Let's put this pension plan out to grass

August 21, 1998

LATER this year the government intends to issue a green paper on stakeholder pensions. Earlier this year the Association of University Teachers drew attention to the level of stress among university staff. Currently the government is seeking feedback on issues associated with fixed-term contracts. These are all parts of a picture relevant to every university in Britain.

The USS pension scheme is based on 80ths, ie the pension is calculated by years of service times final salary/80. There is no law that stipulates that pensions have to be calculated this way, and as this formula means that the maximum pension is achieved only with 40 years' service, there are strong arguments to suggest that it is time to think again.

This is where stress comes in. If academic staff are suffering from excessive workloads, why keep doing so until their mid-60s?

Then the fixed-term issue. The academic career path has changed. How many people today join the USS pension scheme before their 25th birthday? My experience would suggest that most actually join somewhere between 30 and 35. Even if this is atypical and the figure is slightly lower, it is extraordinarily difficult to plan on a 40-year pensionable career starting at age 30.

It seems clear that the pension schemes applied to higher education should be based on 30/60ths. Financial constraints will be used to argue that this is impossible. If so, it may be noteworthy: l that the majority of the premature retirements on grounds of ill-health that are funded by the USS pension scheme are attributable to stress-related causes l the prospect of retirement after 30 years' pensionable service should provide a light in the tunnel effect that should reduce the incidence of such claims l if staff were able to retire normally after 30 years, presumably some would do so in their late 50s and hence avoid falling ill at all l if not 30/60, how about 35/70 or some other fraction?

Then there is the question of "stakeholder" pensions. The idea is that we each take responsibility for funding our own retirement. This calls for a level of creativity beyond the current patterns in university reward systems, and should be linked into "cafeteria" systems of benefits where each person selects combinations of salary, retirement age, holiday entitlement or others within defined parameters, to bring about a package geared to their circumstances.

In short: trade in holidays (who among us uses them all?) for pension/early retirement - or fund the 30/60ths scheme with a reduction to a more normal pattern of annual leave coupled with some variation on the additional voluntary contribution scheme.

And before becoming too convinced by the "funding constraint" argument, remember that in January 1997 the employer contribution to USS was dropped from 21.5 per cent to 14.5 per cent. The savings were retained by the funding councils on the basis that they were better placed than individual universities to deal with such a windfall.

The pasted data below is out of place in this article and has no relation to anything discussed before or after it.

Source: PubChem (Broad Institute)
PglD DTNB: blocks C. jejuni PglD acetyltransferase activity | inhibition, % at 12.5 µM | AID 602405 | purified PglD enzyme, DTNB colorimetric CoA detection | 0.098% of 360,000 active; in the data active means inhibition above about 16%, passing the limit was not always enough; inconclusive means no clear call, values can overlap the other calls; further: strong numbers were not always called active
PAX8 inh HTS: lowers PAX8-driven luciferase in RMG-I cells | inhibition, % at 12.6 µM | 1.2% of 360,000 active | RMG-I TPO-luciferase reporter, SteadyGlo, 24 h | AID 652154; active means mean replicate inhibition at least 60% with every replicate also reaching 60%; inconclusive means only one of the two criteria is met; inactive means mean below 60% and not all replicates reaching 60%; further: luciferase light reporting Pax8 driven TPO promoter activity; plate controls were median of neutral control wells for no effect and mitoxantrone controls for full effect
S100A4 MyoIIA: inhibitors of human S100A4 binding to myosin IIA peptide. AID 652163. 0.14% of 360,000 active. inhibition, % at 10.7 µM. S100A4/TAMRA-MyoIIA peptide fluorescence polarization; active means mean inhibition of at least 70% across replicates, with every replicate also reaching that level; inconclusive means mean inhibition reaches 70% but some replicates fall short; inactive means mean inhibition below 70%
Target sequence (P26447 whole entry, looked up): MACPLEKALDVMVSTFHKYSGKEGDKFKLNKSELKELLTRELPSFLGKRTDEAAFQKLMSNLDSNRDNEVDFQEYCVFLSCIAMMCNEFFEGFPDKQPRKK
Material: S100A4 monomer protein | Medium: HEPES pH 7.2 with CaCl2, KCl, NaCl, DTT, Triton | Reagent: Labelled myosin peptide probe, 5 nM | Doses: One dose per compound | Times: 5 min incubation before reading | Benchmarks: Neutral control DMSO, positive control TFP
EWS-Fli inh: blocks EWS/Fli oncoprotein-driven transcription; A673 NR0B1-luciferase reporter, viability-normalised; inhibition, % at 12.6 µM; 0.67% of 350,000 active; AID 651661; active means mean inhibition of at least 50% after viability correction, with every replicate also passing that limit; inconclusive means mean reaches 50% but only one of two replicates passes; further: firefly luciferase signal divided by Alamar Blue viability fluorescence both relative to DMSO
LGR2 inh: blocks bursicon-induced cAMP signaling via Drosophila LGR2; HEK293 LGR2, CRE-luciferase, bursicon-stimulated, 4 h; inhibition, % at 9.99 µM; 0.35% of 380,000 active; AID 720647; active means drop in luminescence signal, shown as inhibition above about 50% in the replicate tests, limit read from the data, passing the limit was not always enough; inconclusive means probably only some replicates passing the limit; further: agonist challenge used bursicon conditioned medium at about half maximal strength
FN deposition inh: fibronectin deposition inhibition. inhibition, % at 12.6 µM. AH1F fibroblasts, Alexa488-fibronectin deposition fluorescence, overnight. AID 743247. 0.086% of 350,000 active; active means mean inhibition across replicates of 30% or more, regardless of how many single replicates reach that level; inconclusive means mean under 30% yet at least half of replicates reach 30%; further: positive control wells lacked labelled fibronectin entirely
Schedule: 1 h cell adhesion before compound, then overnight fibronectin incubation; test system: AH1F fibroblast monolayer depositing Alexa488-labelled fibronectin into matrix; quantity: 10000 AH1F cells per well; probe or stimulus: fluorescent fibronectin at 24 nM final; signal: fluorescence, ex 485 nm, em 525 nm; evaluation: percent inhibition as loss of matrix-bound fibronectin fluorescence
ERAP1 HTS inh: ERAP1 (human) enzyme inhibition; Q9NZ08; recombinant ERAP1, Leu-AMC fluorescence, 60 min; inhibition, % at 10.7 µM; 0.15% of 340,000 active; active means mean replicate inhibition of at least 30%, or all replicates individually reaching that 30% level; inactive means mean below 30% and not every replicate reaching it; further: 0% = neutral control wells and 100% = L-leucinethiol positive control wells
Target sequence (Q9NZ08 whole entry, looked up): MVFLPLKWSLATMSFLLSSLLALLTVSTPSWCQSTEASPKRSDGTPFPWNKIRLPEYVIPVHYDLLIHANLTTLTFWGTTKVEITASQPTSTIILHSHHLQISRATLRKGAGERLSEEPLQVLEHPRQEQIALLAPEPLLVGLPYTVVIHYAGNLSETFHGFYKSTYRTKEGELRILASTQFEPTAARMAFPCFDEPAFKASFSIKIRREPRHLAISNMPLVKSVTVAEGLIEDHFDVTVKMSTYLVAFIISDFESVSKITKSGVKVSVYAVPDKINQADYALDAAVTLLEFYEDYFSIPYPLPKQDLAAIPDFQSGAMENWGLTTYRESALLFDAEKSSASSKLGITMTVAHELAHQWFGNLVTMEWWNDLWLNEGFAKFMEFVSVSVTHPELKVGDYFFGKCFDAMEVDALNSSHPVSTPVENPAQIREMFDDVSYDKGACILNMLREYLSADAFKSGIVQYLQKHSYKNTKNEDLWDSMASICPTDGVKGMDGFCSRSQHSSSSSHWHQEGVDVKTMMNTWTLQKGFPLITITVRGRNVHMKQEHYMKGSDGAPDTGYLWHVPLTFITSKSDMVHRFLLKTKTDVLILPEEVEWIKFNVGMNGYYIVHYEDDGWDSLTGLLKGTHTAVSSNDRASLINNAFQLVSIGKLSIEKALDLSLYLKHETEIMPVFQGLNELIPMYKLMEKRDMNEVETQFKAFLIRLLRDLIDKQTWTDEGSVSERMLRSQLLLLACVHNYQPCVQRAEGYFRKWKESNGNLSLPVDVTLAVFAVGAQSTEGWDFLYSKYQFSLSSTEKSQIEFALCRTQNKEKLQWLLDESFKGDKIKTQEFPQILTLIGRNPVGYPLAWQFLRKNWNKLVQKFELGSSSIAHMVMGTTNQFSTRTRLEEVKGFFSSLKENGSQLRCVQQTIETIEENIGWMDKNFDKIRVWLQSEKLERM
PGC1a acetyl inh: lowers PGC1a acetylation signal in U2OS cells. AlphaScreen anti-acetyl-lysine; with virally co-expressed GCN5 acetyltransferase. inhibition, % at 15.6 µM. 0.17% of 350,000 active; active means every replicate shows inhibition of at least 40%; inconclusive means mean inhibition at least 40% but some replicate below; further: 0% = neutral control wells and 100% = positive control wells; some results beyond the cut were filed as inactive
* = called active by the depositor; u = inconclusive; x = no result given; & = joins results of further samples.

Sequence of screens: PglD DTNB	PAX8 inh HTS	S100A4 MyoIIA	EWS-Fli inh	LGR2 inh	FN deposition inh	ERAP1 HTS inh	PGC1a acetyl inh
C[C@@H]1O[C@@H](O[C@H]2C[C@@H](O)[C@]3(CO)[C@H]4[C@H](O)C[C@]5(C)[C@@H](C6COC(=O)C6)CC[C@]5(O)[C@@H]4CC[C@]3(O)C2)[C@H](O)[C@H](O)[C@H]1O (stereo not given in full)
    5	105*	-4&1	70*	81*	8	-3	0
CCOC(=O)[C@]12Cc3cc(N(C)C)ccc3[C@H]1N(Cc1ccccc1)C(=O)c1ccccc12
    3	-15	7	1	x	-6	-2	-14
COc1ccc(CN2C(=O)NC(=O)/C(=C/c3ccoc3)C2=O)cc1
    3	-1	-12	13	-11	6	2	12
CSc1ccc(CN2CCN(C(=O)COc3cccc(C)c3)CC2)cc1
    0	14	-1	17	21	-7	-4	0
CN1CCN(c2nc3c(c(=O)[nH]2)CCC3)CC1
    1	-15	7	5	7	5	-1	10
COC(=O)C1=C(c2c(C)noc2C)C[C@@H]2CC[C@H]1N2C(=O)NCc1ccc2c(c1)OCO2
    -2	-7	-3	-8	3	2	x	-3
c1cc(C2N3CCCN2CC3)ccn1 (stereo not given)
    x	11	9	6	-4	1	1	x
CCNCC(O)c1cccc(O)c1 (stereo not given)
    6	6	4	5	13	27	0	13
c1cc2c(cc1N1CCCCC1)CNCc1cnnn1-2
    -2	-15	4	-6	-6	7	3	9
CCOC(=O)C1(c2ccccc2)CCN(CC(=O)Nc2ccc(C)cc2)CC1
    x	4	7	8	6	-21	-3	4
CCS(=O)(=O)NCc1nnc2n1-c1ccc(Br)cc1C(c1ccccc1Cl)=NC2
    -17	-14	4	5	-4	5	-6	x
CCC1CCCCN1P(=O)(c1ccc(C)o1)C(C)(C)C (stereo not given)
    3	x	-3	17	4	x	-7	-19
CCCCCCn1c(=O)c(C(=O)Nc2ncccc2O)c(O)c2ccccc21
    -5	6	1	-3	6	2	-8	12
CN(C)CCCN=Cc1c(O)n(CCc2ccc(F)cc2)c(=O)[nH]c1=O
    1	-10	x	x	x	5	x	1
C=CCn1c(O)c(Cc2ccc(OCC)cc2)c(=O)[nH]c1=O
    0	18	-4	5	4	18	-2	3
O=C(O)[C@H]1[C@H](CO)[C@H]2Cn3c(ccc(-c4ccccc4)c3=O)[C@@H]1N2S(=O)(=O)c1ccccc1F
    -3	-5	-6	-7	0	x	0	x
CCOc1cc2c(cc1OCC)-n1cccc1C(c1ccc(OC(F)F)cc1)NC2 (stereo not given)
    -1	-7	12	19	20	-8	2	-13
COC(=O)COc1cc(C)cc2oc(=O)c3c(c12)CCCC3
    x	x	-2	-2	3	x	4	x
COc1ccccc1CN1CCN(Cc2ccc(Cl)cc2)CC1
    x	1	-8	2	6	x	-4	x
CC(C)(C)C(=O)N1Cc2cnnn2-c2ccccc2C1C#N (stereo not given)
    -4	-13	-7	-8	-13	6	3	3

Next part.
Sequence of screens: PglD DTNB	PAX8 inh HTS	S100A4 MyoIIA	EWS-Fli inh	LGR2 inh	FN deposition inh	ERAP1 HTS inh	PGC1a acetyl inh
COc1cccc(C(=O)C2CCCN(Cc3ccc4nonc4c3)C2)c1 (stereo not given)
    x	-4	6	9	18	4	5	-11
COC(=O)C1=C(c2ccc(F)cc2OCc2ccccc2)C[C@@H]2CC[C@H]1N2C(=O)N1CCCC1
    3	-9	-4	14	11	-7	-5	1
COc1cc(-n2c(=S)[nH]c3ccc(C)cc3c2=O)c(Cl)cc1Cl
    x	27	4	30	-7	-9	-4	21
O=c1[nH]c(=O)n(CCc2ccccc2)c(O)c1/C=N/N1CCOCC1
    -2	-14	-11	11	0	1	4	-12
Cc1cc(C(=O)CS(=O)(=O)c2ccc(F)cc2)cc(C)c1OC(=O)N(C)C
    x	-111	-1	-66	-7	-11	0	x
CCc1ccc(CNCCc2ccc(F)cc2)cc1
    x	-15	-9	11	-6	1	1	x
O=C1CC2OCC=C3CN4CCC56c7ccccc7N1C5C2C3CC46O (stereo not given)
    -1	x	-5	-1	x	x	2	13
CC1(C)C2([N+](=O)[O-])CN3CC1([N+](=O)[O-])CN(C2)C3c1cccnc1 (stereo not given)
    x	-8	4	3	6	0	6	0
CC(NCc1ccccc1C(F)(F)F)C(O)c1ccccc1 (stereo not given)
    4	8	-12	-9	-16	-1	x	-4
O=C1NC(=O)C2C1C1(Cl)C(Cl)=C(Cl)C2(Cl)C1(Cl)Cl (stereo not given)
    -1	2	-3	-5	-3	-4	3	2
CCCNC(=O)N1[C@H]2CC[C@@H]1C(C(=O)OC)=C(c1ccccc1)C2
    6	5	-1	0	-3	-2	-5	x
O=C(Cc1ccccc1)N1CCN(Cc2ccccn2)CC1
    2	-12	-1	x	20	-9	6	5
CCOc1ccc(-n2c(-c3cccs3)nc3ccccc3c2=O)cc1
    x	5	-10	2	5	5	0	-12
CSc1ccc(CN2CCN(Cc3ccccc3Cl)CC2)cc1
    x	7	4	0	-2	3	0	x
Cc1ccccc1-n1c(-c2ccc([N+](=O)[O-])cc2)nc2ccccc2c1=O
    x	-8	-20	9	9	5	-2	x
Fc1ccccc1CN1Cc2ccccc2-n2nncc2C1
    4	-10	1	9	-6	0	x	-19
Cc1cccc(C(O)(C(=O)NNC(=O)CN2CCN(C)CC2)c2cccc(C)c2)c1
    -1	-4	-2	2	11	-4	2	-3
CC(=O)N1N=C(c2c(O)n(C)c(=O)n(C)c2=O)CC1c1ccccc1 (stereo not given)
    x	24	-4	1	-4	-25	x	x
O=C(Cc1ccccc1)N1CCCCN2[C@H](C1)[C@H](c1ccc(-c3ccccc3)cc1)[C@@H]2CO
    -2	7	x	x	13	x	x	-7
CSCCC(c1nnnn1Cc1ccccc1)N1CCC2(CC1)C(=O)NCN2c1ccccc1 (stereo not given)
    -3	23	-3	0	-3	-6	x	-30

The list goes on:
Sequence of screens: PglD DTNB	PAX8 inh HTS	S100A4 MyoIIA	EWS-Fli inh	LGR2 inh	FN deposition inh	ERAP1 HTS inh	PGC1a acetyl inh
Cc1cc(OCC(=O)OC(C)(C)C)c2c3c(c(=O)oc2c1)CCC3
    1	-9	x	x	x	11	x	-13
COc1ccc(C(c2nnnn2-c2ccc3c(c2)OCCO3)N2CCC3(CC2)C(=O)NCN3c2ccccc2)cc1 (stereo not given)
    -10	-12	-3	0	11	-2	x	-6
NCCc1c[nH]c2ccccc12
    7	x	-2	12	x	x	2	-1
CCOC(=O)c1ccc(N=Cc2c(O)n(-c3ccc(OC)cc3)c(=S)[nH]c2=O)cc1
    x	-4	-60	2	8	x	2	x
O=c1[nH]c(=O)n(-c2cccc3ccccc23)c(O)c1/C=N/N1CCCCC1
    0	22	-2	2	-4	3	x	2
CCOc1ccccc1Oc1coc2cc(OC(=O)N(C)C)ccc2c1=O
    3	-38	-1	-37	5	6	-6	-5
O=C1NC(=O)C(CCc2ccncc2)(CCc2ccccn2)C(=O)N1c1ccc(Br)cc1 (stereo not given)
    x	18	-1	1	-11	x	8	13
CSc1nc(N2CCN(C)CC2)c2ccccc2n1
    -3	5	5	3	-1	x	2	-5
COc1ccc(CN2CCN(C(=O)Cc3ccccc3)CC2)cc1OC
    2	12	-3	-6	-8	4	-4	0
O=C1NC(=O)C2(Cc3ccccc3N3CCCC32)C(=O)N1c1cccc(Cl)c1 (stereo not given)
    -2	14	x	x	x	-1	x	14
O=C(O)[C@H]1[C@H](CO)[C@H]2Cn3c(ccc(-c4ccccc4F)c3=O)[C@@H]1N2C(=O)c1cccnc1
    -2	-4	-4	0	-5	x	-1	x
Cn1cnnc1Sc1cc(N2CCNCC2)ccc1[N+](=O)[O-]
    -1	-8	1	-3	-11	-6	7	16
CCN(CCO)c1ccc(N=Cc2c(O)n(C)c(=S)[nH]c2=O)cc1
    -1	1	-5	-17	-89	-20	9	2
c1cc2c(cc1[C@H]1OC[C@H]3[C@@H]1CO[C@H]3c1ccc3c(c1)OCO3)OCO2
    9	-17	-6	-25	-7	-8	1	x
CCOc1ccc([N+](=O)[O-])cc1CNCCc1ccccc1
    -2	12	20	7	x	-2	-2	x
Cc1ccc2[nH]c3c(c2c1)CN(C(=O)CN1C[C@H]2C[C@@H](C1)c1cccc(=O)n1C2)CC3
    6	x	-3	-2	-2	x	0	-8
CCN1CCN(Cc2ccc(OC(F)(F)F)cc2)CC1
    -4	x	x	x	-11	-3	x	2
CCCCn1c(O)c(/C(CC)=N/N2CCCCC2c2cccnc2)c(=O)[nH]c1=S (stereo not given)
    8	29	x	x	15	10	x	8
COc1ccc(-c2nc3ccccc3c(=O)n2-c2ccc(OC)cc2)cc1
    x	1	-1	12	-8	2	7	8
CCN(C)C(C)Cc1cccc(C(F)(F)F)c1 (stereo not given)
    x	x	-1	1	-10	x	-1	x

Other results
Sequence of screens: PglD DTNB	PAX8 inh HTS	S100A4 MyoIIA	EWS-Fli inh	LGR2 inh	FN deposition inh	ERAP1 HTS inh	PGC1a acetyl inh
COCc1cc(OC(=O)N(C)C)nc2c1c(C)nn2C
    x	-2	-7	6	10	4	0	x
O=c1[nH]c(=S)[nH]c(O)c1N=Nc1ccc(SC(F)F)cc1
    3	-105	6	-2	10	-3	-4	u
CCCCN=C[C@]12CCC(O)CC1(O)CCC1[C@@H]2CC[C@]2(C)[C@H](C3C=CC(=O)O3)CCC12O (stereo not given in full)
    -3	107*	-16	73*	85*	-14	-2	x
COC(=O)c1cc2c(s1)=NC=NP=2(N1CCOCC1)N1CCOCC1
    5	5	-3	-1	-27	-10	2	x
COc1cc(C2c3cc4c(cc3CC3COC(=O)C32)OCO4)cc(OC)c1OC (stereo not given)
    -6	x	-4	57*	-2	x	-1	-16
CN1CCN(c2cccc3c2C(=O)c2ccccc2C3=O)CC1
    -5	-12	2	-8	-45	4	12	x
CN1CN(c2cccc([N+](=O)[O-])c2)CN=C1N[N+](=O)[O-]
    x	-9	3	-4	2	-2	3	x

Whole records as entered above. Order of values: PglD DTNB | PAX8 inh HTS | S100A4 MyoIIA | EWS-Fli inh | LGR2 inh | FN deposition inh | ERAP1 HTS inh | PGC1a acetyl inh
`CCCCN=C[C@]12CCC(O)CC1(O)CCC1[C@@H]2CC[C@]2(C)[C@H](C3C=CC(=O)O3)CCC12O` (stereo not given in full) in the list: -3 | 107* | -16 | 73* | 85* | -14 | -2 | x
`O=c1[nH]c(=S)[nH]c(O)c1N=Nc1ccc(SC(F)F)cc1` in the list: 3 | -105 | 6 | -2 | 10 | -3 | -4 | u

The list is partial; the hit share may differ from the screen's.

A change to 30/60ths from 40/80ths would generate costs to the pension scheme in three forms: l loss of ten years' contributions l loss of ten years' interest-growth l the pensions would be paid out for longer, not only by the number of years earlier that we all retire, but by the additional years we survive in consequence.

A reduction in stress-related ill-health retirements would probably only make a small impact to offset these, which leads to the strongest argument of all: the creation of dynamic change in the academic workforce. Most universities have at some time in the past decade launched funded early retirement schemes precisely to encourage staff over 55 to move along into retirement. What is the total cost of those ad hoc schemes? Would that money not be better spent on a planned basis so that the normal pattern was that staff would generally retire when they achieve 30 years' service, on a pension of 50 per cent of salary? The university could then re-engage part-time those who were still producing the goods. This must be a better way to organise the circus than the present system of rewarding those who "no longer fit the institutional profile" with extraordinarily expensive personal deals to enhance their pensionable service, and would create a phasing-down into retirement.

Posts would become available more frequently and opportunities would be available to the post-docs, readjusting career paths away from the insecurity of fixed-term contracts. A cohort of older staff working part-time on post-retirement contracts would also provide a "buffer" against financial variables.

The prospect of a mass exodus at the time of introduction of any change is probably too awful to contemplate, so there would have to be phasing over a period of years. The tendency towards stagnation in employment issues in universities, supported by the perilous financial situation of many institutions, will also serve to ensure that any change will happen only slowly. But surely we should at least be thinking about it.

Alastair McDougall is director of personnel at CardiffUniversity.

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